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Adulting is hard if you don’t know what you’re doing. And to be honest, living alone and making your own home might seem all sunshine and rainbows, but it is not. There are many basic factors you might overlook or simply not know about things before making a decision. Here we have for you, few pointers on how NOT to be stupid when you rent a new home.
Choosing a home to live in and settle in is a tough job. Sometimes we let our emotions get the best of us and choose the first home we feel the slightest of connection with. Feeling connected to home and choosing that to live in is fine till you keep an open mind to check everything about the house before finalizing.
Always check for pre-existing damages, plumbing issues, moldy walls, rent increase policy, and so on throughout the house and if you find something of the sort, bring it to the notice of the landlord immediately before finalizing the paperwork and getting stuck with the damaged house.
Knowing about the neighborhood before renting a place is very important. For instance, you move into your new home and after a few days or even weeks, you find out that the area is shady. Are you sure you would be okay stuck there till the end of the agreement?
Another thing you need to research about the neighborhoods apart from the safety of the area is if the area fits your needs. Research everything from restaurants to grocery stores and even public transportation before finalizing the move to make your stay more comfortable. Learn about the neighborhood before moving—just to make sure you’re going to spend years in the right space.
To feel more at home, you might want to change the color of the walls, build a bookshelf, and so on. Before deciding to do such a drastic change, talk to the landlord first about it. Some landlords are fine with customization like painting walls as long as tenants pay to have them repainted after they move. Some landlords like to split the bill of the paint they use and some might be outright against customization of any sort.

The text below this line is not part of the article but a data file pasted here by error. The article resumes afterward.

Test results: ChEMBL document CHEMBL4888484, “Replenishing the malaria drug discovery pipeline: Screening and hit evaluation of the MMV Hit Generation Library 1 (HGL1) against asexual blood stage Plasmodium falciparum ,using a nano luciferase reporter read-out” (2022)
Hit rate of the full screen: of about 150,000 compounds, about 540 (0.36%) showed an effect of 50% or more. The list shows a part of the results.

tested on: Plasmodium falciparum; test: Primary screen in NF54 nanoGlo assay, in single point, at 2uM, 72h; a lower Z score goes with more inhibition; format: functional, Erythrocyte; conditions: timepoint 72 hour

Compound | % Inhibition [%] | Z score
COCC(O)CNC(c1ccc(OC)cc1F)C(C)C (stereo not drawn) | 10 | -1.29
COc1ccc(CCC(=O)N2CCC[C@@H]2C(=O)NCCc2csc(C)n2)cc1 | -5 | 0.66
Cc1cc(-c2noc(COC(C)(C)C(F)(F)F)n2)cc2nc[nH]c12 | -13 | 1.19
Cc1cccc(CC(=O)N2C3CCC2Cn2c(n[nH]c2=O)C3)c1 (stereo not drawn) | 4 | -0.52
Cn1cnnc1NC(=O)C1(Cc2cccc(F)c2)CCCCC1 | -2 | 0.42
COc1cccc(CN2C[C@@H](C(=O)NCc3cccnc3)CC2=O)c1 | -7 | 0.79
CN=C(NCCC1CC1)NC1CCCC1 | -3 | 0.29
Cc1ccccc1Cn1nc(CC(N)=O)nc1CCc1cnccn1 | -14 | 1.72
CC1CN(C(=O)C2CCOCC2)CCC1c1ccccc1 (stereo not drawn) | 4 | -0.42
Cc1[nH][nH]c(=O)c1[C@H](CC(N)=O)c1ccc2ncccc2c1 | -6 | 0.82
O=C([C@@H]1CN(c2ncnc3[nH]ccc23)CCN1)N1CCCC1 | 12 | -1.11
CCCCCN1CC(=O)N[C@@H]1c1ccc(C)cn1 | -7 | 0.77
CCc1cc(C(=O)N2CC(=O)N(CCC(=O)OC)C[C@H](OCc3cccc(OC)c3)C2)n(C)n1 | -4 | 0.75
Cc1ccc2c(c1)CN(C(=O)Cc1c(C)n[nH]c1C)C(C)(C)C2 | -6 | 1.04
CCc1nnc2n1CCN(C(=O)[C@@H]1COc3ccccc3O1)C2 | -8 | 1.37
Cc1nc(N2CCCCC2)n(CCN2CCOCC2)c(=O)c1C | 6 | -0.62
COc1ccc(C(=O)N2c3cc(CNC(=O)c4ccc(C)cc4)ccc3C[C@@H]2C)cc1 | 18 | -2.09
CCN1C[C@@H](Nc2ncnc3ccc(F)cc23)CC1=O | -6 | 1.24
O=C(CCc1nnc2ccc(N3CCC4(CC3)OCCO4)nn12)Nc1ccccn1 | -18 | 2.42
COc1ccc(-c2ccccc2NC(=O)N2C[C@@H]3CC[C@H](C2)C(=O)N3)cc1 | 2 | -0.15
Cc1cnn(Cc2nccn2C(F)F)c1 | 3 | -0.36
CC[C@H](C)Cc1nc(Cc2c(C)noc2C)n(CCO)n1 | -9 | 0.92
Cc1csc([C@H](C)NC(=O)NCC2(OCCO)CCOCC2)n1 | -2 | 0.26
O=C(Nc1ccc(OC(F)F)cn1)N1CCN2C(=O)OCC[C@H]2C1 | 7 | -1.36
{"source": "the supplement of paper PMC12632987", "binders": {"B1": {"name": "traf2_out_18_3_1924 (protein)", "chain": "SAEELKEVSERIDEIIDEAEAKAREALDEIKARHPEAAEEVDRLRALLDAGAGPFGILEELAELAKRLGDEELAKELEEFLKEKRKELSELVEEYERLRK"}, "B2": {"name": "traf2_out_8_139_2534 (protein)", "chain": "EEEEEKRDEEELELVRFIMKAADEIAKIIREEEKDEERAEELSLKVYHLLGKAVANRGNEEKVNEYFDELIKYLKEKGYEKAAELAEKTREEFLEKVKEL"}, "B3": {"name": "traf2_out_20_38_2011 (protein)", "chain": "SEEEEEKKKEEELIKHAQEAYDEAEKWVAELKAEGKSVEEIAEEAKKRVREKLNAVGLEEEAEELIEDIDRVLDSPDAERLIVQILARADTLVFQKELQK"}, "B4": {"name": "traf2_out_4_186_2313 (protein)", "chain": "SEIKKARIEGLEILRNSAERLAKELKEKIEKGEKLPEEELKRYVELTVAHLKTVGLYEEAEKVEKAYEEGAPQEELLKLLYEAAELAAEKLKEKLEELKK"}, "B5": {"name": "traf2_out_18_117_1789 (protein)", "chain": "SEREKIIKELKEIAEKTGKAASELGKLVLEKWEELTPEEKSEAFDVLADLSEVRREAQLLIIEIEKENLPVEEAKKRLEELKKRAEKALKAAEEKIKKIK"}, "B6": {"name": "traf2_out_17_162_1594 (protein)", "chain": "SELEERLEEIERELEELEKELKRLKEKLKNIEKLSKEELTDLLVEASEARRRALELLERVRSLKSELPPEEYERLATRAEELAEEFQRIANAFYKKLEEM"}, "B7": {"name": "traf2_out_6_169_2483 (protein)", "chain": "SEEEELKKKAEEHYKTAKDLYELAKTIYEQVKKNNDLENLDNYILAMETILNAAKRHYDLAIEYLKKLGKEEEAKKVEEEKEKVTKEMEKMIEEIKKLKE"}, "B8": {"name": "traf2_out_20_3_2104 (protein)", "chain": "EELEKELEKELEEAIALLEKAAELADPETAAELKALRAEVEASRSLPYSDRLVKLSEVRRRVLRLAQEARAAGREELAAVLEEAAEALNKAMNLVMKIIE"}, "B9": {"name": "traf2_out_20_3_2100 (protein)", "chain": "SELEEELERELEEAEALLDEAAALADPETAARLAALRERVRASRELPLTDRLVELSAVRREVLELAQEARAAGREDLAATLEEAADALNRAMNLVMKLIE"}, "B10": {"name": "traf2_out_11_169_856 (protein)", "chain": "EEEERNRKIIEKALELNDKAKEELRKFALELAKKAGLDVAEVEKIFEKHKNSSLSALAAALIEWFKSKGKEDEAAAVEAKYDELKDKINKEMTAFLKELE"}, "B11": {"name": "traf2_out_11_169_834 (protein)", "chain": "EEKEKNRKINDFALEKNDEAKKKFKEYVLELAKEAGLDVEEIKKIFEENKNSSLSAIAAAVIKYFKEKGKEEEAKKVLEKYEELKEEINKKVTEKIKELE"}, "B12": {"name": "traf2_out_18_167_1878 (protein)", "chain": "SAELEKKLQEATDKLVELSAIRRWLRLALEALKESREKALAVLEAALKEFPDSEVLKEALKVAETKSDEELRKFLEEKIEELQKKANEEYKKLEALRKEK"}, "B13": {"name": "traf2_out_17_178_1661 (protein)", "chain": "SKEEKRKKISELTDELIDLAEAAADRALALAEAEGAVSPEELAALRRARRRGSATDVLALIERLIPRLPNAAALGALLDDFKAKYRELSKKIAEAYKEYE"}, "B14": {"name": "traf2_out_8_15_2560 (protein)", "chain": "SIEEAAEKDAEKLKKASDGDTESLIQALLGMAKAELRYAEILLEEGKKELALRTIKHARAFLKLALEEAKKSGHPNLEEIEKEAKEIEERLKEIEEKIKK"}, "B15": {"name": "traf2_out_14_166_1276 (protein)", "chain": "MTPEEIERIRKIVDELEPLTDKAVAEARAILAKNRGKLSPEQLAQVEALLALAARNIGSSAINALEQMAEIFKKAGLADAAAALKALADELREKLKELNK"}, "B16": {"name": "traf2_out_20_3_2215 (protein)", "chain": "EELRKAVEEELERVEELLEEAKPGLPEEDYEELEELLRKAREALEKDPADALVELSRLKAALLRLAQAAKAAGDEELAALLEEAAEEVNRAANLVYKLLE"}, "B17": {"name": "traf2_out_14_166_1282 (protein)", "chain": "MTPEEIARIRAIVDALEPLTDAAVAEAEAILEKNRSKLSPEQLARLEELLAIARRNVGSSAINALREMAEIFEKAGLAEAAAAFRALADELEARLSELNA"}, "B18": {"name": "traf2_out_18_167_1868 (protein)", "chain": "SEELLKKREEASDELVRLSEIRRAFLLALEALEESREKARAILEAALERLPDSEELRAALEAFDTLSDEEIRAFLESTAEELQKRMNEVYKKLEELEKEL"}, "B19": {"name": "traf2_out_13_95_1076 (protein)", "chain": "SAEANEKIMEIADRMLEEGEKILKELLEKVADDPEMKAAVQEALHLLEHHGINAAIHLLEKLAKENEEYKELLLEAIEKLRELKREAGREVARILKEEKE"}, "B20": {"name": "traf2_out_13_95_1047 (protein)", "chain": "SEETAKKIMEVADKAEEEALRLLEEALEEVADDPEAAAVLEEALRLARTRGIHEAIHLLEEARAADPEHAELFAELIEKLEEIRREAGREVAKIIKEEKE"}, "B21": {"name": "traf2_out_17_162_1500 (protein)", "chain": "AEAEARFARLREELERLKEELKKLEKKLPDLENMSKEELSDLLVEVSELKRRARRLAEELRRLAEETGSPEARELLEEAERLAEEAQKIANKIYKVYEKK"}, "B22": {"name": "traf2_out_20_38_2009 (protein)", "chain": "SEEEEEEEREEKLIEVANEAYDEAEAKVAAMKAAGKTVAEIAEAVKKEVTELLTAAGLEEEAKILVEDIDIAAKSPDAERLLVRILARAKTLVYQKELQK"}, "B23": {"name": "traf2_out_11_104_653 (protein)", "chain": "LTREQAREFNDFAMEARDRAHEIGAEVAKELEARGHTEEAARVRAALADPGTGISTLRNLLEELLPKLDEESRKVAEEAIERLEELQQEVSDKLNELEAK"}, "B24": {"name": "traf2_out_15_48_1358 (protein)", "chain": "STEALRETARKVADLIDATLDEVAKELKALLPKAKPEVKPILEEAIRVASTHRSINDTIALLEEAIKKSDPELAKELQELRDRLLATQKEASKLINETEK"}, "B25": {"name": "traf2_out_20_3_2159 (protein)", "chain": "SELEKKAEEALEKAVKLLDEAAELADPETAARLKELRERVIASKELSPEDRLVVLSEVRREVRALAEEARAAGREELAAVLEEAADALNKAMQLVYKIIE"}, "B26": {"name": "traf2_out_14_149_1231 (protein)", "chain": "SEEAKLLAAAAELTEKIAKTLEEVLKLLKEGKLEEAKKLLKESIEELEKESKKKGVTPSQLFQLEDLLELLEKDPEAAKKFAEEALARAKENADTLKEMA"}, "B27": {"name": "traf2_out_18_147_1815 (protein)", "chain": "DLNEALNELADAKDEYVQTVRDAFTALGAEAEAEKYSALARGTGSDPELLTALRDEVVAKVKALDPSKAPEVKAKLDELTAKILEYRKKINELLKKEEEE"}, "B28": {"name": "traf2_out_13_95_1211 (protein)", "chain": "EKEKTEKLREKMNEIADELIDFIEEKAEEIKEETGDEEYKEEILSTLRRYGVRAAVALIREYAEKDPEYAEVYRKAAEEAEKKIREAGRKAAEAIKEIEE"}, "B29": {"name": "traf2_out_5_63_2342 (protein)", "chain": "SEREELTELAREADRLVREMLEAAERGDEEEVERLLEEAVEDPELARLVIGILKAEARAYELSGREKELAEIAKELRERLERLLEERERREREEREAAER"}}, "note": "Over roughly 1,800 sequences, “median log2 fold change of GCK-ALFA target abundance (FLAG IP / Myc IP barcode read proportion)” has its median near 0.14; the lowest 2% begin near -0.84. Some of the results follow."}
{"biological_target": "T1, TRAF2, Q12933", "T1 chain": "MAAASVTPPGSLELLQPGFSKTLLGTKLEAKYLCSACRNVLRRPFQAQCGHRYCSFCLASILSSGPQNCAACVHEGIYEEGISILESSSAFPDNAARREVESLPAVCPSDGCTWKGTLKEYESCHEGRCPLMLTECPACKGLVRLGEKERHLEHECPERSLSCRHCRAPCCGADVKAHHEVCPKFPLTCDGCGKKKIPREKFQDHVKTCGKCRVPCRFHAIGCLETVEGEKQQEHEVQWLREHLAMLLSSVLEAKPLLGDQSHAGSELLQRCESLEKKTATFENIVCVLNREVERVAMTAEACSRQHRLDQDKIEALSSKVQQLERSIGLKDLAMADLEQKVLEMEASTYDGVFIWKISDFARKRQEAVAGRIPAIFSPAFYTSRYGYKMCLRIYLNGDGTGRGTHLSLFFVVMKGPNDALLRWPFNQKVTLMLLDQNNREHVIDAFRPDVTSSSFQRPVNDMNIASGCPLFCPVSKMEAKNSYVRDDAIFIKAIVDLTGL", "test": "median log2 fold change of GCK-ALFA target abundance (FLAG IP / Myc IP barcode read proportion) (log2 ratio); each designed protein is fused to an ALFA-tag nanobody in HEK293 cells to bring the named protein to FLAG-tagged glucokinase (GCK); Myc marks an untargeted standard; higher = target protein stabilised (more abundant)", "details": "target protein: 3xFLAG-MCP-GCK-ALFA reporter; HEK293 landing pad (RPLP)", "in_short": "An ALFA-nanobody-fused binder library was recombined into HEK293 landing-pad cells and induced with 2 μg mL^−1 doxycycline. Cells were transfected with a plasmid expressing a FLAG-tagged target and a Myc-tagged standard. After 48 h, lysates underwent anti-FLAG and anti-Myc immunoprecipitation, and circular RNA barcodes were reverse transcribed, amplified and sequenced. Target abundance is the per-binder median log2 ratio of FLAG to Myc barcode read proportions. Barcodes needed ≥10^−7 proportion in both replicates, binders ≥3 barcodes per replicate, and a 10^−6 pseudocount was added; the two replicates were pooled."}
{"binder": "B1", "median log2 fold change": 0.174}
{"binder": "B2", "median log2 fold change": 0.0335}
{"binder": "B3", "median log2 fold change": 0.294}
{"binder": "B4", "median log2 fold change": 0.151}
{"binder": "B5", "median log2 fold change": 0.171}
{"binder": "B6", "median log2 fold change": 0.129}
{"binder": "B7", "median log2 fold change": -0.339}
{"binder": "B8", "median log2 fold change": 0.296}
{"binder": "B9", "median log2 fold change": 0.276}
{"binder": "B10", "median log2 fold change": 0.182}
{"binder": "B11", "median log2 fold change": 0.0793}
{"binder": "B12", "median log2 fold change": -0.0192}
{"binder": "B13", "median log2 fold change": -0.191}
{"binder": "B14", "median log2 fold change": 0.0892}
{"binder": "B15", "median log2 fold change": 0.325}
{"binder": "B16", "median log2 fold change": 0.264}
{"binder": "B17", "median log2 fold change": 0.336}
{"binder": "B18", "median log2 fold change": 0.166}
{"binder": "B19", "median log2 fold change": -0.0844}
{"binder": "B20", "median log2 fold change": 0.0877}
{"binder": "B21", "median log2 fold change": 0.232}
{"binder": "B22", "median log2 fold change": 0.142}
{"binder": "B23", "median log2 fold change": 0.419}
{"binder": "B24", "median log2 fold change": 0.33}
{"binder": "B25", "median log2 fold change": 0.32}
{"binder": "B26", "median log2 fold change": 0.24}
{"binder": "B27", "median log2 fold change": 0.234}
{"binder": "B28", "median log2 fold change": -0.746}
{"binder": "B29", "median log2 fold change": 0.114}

Life is unpredictable. You’ll never know what might happen to disrupt a plan. However safe you might feel in your rented home, you can never guarantee for zero disasters to happen. From natural disasters like an earthquake to break-ins and theft, anything can cause damage to your home.
Your landlord might have insurance for the building, but that won’t cover your property damage. Renters insurance will help replace or compensate your items in case of damages and even pay for medical bills for the injuries that might occur while inside the home. For more information, you should read about the renter’s policy in greater detail.
There might be things you might want to change in your rented home or there might be some things you might want your landlord to change before you move into your rented home. Just having a conversation about changes and things is not enough.
Always seek written agreement rather than verbal agreement for such changes or clarifications. However nice your landlord might seem to you, don’t just trust their words, or you might get screwed over. Insert your clause in the lease, or make other documentation about it, but always have things written and signed.
You are the one who is responsible to inform the management when there is property damage. Your negligence to the small problems might turn them into larger problems. For instance, if you see a leaky faucet, immediately inform the landlord, otherwise in a few days, due to negligence, it might turn into a flood disaster.
Your landlord is responsible for the repairs, but you are the one who has to inform them about things that are amiss on time. One of the most important factors of maintenance is to keep the place clean. Your rented home might not be your forever home, but it’s yours for the time being. Check how both landlord and tenant are responsible for property maintenance.
There are many factors you need to check before renting your home. A rented home is still your home so treat it like such but at the same time do not make any major changes to the property which might end up in a dispute with the landlord. Always keep in mind to keep the landlord in the loop with all the changes happening in the home which might affect them in the long run. Have a great time moving! All the best!